We asked if were supposed to be excited about the news of our twins. "Cautiously excited," she said. She never gets excited until she actually delivers a baby.

Our next step was the high risk doctor who would officially confirm whether or not there was a membrane and then let us know all of our options so we could decide if we wanted to continue the pregnancy. Another very strange and unexpected thing to hear.

As we walked to the train I had no idea how to feel. At that point we hadn't told any of our parents we were pregnant because we had hoped to do some kind of cute and creative announcement during the holidays when we saw them in person. We decided we needed all the prayers and support we could get. We quickly sent them an announcement photo, followed by a phone call - "we are pregnant, with twins, and cautiously excited."

The next few weeks were the hardest. I think we had 3-4 weeks until the high risk doctor would see us, during which we had a trip to California planned. Not only was I starting to feel nauseous all the time, but I was constantly sick at the thought of our terrifying situation. The days became longer than ever, and we found ourselves going to bed at 8pm every night, just to get to the next day a little bit sooner. I felt a lot of things, but mainly disconnected from what was happening in my body. This wasn't what I had wanted when I prayed to become pregnant and it wasn't how I always imagined this experience would be. 

We finally made it to our appointment at the high risk doctor. As we walked back to the ultrasound room I was hopeful for good news, but expecting the worst. Would they even still be alive? Maybe there will be a membrane? The tech began the ultrasound and Louis and I waited and waited for her to say something. She quietly typed things in the computer and continued looking at my empty-feeling insides. Louis finally told her that we were extremely nervous and would appreciate anything she could tell us - "Are there two heartbeats??" She quickly confirmed that yes there were two heartbeats - we had actually already heard both heartbeats at that point but were too scared to realize it. She continued the exam and then told us the best news I've ever heard - "and here is the dividing membrane." As she went to confirm with the doctor that there was in fact a membrane, I was the happiest and most grateful that I've ever been in my life that she had found that tiny little line dividing our babies.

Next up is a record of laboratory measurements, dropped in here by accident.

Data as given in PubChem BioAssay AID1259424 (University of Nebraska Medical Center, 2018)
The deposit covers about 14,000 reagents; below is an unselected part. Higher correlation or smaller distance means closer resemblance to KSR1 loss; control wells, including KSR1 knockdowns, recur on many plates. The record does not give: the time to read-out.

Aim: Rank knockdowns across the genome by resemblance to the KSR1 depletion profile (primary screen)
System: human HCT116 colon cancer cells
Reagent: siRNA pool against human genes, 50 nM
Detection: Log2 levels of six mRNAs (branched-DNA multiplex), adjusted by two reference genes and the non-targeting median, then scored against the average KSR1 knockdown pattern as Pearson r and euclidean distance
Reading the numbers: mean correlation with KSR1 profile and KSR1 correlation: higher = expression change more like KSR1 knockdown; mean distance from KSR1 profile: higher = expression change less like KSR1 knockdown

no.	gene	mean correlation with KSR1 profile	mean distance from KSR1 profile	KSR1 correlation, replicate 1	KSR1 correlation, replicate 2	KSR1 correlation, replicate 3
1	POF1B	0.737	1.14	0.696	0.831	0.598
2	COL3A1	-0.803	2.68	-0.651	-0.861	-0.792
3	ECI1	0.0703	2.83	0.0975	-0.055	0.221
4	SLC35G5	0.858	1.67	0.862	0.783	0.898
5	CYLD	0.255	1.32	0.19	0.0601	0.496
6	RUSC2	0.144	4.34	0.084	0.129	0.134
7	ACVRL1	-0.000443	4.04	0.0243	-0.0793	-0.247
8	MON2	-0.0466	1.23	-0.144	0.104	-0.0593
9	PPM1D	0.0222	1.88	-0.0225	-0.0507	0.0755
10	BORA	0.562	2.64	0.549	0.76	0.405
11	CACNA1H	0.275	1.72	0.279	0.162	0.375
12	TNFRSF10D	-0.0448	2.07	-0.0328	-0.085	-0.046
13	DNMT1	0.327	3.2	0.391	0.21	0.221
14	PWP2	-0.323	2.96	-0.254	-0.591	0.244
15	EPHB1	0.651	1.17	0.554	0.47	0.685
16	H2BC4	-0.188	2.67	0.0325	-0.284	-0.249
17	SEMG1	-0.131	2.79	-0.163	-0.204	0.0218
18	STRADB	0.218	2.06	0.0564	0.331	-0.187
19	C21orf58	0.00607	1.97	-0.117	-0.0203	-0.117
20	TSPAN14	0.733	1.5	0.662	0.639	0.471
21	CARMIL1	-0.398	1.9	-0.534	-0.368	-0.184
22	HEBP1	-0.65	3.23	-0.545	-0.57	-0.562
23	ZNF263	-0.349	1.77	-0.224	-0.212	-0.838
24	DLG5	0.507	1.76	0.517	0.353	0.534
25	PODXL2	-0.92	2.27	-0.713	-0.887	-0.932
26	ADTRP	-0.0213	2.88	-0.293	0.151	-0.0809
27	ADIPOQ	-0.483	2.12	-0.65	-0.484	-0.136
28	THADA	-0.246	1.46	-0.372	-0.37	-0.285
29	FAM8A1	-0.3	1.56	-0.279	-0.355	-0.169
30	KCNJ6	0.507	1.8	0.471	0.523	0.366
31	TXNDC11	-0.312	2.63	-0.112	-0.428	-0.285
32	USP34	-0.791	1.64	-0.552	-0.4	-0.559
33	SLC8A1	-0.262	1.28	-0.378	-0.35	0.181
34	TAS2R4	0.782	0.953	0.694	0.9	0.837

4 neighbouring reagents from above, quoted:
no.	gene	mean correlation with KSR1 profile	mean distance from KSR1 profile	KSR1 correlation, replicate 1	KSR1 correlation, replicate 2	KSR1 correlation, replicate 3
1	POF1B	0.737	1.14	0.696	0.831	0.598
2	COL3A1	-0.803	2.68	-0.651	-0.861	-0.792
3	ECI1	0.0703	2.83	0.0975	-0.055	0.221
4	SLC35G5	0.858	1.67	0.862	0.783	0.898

We then met with the doctor who we have seen every two weeks and now weekly since then. She was happy that the membrane was there, but also had to let us know of the risks that are still associated with having identical twins. My heart was so happy at that point that nothing she said sounded like anything we couldn't handle. Nothing sounded as scary as what I thought we were going to be facing. I promised myself I wouldn't let my mind get caught up on any of the risks until they were a reality because we were just so blessed to have been given an easier pregnancy journey. 

Tomorrow our babies reach the 35 week mark. I never imagined that we would make it this far. We had so many stresses early on - including suddenly having to move and the long process of losing our sweet Lucy, something from which I'm not sure I'll ever fully recover. The past few weeks have zipped by giving my head little time to catch up with our soon to be reality. I constantly remember things I want to research, things I need to buy, and last minute errands I need to send Louis on to get ready for our boys who arrive so very soon. I wonder what they'll look like, how they're going to be, what our life is going to be like. I can't wrap my mind around the fact that in one short week, or less, there will be two tiny new people who will be a part of our family. It's such a strange thing preparing and waiting for them to get here. So much goes into it and they don't even have any idea about this life.